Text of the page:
Chasing what’s cool can be fleeting — futile even. Hip new eateries and breweries can be gone or bought and changed into something else entirely almost as fast as they received that first batch of kind press in the first place.
With wine, things move a bit more slowly. It’s an industry of patient delays, after all. But don’t get me wrong, the cool factor exists here too. Instead of simply anointing a few producers the dubious title of “next best thing,” we’ve decided to let a few vintages speak for themselves, then pile on the praise.
Along the West Coast, there’s no shortage of winemaking talent. From British Columbia to Baja, the land is vast and the wines scenes are vibrant. Within that deep, wine-filled well, there are a few standouts currently coming-of-age and worth paying attention to.
Ross and Bee Maloof started their eponymous label in 2017. The husband-and-wife team makes their wine within the larger Day Wines facility in Dundee. There, they put together minimally-impacted wines with lots to say, including a nice Gewurztraminer, fierce Riesling, and some Rhone blends. Like any good winemaking team, the Maloof’s pour almost all of the credit towards their growers and outstanding Pacific Northwest growing sites.
When you think of the Columbia River Gorge, you probably imagine wind surfers, craft beer, and waterfalls. Buona Notte’s Graham Markel sees the potential for Italian classics like Sangiovese. The winemaker is rewriting what’s expected from not only the rugged region, but other varieties it houses, like Sauvignon Blanc, Pinot Noir, and Dolcetto. It’s a wise and Old World take on what many believe to be the new frontier in New World wine in the relatively unspoiled and diverse Gorge area.
California label Idlewild has been on a lot of wine writers’ collective radar over the past few years and for good reason. Inspired by the Piedmont region of northern Italy, the Mendocino County outfit is making lovely Barbera and Arneis, along with clever blends that often include other familiar Italian heroes such as Neobbiolo and Dolcetto. Winemaker Sam Bilbro is relatively young, but comes from a cellar-familiar family and shows that familiarity through tidy, tasty wines.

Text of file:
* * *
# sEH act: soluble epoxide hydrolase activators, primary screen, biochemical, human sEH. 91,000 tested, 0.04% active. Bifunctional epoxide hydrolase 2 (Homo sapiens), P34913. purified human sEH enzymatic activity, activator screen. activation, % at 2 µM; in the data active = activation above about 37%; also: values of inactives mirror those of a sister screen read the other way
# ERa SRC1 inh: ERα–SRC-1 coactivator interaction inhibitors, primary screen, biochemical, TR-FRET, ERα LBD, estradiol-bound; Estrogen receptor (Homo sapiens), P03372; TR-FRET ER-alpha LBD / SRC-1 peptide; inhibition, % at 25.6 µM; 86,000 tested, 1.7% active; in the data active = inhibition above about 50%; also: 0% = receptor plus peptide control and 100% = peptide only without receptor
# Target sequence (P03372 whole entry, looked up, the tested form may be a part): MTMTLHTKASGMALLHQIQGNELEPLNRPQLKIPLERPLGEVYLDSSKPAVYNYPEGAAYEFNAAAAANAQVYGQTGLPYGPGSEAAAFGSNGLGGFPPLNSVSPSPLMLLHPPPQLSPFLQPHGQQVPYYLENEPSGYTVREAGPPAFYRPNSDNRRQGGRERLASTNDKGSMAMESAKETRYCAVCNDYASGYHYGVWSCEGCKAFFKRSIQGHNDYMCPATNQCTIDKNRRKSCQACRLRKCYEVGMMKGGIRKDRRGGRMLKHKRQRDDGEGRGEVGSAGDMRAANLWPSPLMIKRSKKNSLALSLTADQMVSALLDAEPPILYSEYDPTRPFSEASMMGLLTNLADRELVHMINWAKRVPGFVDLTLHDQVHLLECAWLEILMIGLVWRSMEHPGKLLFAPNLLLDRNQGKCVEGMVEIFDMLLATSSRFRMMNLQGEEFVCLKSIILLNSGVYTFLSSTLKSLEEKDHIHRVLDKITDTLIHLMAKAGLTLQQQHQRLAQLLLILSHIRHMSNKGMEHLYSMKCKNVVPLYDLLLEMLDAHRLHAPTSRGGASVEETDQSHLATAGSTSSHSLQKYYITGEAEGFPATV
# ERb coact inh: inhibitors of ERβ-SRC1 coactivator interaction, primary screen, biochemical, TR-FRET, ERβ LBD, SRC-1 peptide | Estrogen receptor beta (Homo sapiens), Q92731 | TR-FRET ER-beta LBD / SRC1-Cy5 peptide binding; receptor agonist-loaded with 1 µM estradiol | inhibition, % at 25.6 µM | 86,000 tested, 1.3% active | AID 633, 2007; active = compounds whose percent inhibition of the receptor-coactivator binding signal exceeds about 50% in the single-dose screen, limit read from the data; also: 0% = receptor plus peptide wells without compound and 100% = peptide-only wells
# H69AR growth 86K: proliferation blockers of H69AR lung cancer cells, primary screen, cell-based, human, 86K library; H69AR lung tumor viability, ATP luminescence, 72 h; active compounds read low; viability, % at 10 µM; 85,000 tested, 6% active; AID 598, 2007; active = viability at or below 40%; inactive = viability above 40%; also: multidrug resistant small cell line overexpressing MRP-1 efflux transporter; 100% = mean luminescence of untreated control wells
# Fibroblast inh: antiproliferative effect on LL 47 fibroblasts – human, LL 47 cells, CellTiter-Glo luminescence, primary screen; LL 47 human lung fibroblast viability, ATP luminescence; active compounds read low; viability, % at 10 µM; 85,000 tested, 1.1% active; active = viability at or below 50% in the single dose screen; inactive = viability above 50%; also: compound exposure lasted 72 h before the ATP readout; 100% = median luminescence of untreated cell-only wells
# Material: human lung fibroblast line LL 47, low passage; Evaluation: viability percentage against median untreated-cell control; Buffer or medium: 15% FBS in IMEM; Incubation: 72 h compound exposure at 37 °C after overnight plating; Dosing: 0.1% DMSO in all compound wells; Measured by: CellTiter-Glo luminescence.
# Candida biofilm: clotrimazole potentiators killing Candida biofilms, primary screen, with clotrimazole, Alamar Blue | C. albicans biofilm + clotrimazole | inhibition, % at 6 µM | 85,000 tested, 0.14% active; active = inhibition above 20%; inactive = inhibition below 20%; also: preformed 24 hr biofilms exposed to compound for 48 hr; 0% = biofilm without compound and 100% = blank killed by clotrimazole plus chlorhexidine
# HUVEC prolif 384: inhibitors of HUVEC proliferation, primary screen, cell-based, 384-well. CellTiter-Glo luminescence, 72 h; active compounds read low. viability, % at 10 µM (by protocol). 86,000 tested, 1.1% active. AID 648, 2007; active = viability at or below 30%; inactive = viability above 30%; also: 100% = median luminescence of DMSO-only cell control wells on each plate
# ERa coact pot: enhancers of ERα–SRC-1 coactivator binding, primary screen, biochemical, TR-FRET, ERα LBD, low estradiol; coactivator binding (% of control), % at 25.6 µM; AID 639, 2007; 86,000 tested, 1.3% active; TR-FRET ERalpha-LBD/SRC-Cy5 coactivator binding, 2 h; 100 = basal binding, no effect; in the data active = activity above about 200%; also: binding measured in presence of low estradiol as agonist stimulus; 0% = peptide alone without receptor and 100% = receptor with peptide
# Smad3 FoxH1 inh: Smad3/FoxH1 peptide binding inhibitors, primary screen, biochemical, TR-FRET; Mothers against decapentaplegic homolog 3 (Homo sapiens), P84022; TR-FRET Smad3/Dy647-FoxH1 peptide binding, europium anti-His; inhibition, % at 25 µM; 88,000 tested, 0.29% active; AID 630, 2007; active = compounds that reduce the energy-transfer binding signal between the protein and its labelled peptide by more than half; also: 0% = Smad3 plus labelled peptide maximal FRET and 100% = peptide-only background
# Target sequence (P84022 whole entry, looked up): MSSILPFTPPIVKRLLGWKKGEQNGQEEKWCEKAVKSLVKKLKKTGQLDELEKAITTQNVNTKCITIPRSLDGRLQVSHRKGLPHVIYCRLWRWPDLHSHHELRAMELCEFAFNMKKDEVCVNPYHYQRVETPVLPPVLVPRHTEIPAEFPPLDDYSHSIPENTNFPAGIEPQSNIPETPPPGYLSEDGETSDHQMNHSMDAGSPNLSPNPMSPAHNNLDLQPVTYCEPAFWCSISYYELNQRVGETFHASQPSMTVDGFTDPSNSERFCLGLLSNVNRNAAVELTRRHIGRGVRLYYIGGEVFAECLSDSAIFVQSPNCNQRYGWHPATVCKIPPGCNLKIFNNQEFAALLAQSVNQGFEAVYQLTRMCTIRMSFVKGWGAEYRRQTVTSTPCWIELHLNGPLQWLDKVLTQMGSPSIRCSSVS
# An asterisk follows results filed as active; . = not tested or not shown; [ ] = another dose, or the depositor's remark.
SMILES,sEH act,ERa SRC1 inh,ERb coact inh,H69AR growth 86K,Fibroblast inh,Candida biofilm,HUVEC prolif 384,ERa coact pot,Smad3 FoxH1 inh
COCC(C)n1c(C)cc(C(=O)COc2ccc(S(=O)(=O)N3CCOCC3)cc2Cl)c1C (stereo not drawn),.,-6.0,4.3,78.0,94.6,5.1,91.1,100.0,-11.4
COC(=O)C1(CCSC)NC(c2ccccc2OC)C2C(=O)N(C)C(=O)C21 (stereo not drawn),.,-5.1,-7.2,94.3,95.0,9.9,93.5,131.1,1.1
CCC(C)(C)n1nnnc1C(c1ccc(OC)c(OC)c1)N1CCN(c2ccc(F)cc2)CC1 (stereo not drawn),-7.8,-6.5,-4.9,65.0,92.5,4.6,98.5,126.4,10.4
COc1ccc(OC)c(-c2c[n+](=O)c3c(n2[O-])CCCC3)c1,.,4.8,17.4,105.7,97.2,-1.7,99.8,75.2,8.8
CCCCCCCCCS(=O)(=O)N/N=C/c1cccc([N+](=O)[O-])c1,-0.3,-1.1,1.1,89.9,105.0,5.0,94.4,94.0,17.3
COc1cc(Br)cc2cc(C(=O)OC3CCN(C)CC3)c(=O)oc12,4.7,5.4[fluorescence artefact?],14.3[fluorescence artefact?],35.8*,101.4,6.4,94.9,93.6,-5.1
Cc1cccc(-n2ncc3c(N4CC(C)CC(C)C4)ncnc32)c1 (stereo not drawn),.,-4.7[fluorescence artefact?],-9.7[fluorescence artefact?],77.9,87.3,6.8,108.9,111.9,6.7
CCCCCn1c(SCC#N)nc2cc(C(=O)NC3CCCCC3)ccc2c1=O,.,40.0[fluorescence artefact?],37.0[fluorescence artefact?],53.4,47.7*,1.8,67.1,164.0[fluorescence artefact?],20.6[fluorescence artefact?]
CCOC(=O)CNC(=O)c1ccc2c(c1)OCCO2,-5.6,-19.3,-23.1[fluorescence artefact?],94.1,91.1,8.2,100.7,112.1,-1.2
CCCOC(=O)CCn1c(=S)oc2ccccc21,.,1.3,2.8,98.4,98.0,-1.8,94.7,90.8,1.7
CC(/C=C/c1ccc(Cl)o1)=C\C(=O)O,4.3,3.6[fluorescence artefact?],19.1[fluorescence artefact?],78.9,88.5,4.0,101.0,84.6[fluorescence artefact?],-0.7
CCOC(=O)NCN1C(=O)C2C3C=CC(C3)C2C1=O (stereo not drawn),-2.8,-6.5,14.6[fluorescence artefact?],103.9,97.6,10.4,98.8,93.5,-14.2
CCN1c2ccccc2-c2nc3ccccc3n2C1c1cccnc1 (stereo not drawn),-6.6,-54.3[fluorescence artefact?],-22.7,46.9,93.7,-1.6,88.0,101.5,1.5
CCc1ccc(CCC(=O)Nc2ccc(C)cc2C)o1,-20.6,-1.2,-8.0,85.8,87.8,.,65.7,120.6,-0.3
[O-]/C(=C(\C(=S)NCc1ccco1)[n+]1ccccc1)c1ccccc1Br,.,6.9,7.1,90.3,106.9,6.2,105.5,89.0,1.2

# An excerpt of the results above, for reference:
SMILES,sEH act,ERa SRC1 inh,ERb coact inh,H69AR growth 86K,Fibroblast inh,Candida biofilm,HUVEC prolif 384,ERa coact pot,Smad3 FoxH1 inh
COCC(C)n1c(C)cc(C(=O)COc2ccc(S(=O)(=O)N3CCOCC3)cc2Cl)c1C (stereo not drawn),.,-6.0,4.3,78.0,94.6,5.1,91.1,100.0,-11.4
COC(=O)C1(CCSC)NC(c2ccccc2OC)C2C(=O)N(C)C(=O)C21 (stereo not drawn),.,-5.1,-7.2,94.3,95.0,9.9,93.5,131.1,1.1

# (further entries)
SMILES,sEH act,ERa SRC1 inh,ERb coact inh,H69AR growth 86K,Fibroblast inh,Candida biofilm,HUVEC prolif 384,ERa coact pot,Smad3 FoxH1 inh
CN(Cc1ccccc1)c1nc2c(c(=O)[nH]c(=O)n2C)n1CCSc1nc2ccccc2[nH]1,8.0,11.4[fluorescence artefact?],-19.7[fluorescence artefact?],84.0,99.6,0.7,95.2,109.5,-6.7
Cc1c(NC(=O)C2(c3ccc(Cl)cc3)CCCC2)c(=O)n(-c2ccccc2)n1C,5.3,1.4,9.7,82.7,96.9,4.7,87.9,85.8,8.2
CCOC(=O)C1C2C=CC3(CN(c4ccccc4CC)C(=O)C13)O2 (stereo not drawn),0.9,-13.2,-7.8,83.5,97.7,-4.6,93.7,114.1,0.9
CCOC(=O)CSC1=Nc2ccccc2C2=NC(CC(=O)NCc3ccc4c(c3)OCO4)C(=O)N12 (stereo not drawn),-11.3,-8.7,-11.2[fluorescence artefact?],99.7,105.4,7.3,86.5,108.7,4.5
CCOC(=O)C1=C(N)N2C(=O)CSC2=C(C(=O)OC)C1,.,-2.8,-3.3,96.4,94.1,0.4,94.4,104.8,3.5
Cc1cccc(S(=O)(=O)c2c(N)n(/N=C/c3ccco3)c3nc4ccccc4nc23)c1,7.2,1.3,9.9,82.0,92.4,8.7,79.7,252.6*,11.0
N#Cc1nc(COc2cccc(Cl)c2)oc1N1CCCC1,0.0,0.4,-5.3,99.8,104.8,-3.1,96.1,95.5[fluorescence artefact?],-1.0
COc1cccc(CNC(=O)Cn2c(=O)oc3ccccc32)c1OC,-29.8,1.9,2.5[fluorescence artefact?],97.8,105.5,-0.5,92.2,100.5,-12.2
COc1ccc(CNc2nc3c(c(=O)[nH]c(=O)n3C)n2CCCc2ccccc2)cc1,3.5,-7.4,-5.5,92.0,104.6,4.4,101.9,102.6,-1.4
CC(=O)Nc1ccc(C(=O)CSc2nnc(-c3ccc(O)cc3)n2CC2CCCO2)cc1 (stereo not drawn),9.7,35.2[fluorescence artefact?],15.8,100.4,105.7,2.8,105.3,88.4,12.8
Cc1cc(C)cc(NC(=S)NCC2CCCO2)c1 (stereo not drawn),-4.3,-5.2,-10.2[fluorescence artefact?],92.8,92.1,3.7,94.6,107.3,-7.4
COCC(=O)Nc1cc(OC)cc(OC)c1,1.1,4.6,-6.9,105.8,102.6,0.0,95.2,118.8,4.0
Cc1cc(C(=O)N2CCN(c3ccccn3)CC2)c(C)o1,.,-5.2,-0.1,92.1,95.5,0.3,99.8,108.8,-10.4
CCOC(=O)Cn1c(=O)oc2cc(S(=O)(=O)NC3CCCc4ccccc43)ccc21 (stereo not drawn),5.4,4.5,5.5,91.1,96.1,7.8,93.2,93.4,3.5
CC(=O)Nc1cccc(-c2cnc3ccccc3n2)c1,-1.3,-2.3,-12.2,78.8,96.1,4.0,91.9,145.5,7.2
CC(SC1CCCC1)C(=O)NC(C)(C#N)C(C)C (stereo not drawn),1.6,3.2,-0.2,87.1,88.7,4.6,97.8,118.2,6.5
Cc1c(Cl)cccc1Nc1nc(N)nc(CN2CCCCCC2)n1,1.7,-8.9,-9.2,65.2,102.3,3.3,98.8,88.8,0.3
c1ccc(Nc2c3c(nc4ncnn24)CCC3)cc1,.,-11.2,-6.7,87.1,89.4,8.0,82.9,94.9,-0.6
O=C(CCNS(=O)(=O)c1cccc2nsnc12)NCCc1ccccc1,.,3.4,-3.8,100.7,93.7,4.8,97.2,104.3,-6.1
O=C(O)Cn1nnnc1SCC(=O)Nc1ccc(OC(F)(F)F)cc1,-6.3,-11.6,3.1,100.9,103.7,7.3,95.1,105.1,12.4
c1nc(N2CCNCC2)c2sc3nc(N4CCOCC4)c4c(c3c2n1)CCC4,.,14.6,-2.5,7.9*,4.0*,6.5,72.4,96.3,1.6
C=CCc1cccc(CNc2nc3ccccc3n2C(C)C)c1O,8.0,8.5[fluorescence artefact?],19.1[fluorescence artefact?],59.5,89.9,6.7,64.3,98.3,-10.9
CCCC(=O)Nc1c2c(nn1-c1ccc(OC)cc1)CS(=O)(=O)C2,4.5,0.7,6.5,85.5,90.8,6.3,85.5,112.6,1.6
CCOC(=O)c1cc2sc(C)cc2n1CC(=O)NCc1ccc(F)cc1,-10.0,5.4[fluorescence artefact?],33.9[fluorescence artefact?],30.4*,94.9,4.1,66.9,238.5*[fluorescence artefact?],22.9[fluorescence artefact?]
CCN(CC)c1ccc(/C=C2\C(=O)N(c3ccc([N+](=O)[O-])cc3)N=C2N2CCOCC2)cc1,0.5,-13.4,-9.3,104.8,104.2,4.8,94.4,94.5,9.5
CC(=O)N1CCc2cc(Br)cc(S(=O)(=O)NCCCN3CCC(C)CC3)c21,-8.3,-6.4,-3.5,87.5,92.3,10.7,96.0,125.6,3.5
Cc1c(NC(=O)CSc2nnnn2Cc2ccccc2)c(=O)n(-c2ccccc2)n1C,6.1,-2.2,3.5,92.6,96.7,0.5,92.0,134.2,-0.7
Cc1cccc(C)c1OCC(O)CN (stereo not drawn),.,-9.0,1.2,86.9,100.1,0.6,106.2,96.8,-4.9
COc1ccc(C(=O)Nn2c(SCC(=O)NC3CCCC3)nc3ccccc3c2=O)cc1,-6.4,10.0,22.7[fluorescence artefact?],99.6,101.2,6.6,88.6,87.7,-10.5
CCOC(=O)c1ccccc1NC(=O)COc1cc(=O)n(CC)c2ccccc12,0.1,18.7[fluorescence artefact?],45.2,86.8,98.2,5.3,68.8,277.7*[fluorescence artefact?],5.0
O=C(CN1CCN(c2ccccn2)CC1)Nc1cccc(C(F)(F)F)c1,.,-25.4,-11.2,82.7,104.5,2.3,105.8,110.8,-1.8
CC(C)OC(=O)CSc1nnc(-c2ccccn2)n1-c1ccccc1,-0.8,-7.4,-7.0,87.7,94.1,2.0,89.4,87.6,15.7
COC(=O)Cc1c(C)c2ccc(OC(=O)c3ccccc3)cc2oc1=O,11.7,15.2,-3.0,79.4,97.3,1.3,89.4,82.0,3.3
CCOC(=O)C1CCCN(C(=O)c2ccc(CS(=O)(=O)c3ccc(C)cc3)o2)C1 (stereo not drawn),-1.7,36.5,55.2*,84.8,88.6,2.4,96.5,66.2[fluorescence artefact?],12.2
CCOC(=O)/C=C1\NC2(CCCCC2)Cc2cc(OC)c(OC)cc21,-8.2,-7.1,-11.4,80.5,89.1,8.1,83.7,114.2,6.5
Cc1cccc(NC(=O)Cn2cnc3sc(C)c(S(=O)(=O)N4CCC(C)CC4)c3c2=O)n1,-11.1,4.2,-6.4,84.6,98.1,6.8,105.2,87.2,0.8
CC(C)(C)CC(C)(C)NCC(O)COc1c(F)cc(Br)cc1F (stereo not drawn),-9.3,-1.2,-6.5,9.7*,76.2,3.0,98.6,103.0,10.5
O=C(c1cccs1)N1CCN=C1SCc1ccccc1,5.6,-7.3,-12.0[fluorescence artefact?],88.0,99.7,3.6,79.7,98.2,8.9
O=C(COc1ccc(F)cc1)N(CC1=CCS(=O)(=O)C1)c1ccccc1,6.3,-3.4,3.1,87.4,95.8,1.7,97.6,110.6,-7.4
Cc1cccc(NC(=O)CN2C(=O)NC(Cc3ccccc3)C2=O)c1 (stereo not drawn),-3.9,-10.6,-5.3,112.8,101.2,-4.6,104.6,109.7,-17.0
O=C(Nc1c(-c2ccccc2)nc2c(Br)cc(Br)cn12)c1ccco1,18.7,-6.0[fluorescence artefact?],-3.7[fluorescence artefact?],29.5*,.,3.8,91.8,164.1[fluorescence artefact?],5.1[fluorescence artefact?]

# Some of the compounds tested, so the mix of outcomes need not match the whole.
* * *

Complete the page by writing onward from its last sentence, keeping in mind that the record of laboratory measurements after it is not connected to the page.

Suzor is comprised of another talented couple in Melissa Rondeau and Greg McClellan. The Pinot Noir is chock-full of layers while the Chardonnay is always elegant. The couple even has a tasty new Gamay Noir to bring to the label’s table. While the growing project dreams of one day having its own facility serving escargot on the side, Suzor currently makes its wine within Methven Family Vineyards in Dayton and conducts appointment-only pop-up tastings in downtown McMinnville.
Big things are expected from the duo behind Smith Story Wine Cellars. Eric Story and Alison Smith-Story boast about 40 years of wine experience between them, in places like Japan, Austria, Argentina, and more. The label focuses on wines made from familiar California vineyards as well as special selections from Germany. There’s a timeless, classic sort of feel to the wines, likely due to them being the product of industry veterans with broad palates thanks to lots of international exposure. Of particular note are their Sauvignon Blancs and a Cab Franc from Sonoma County.
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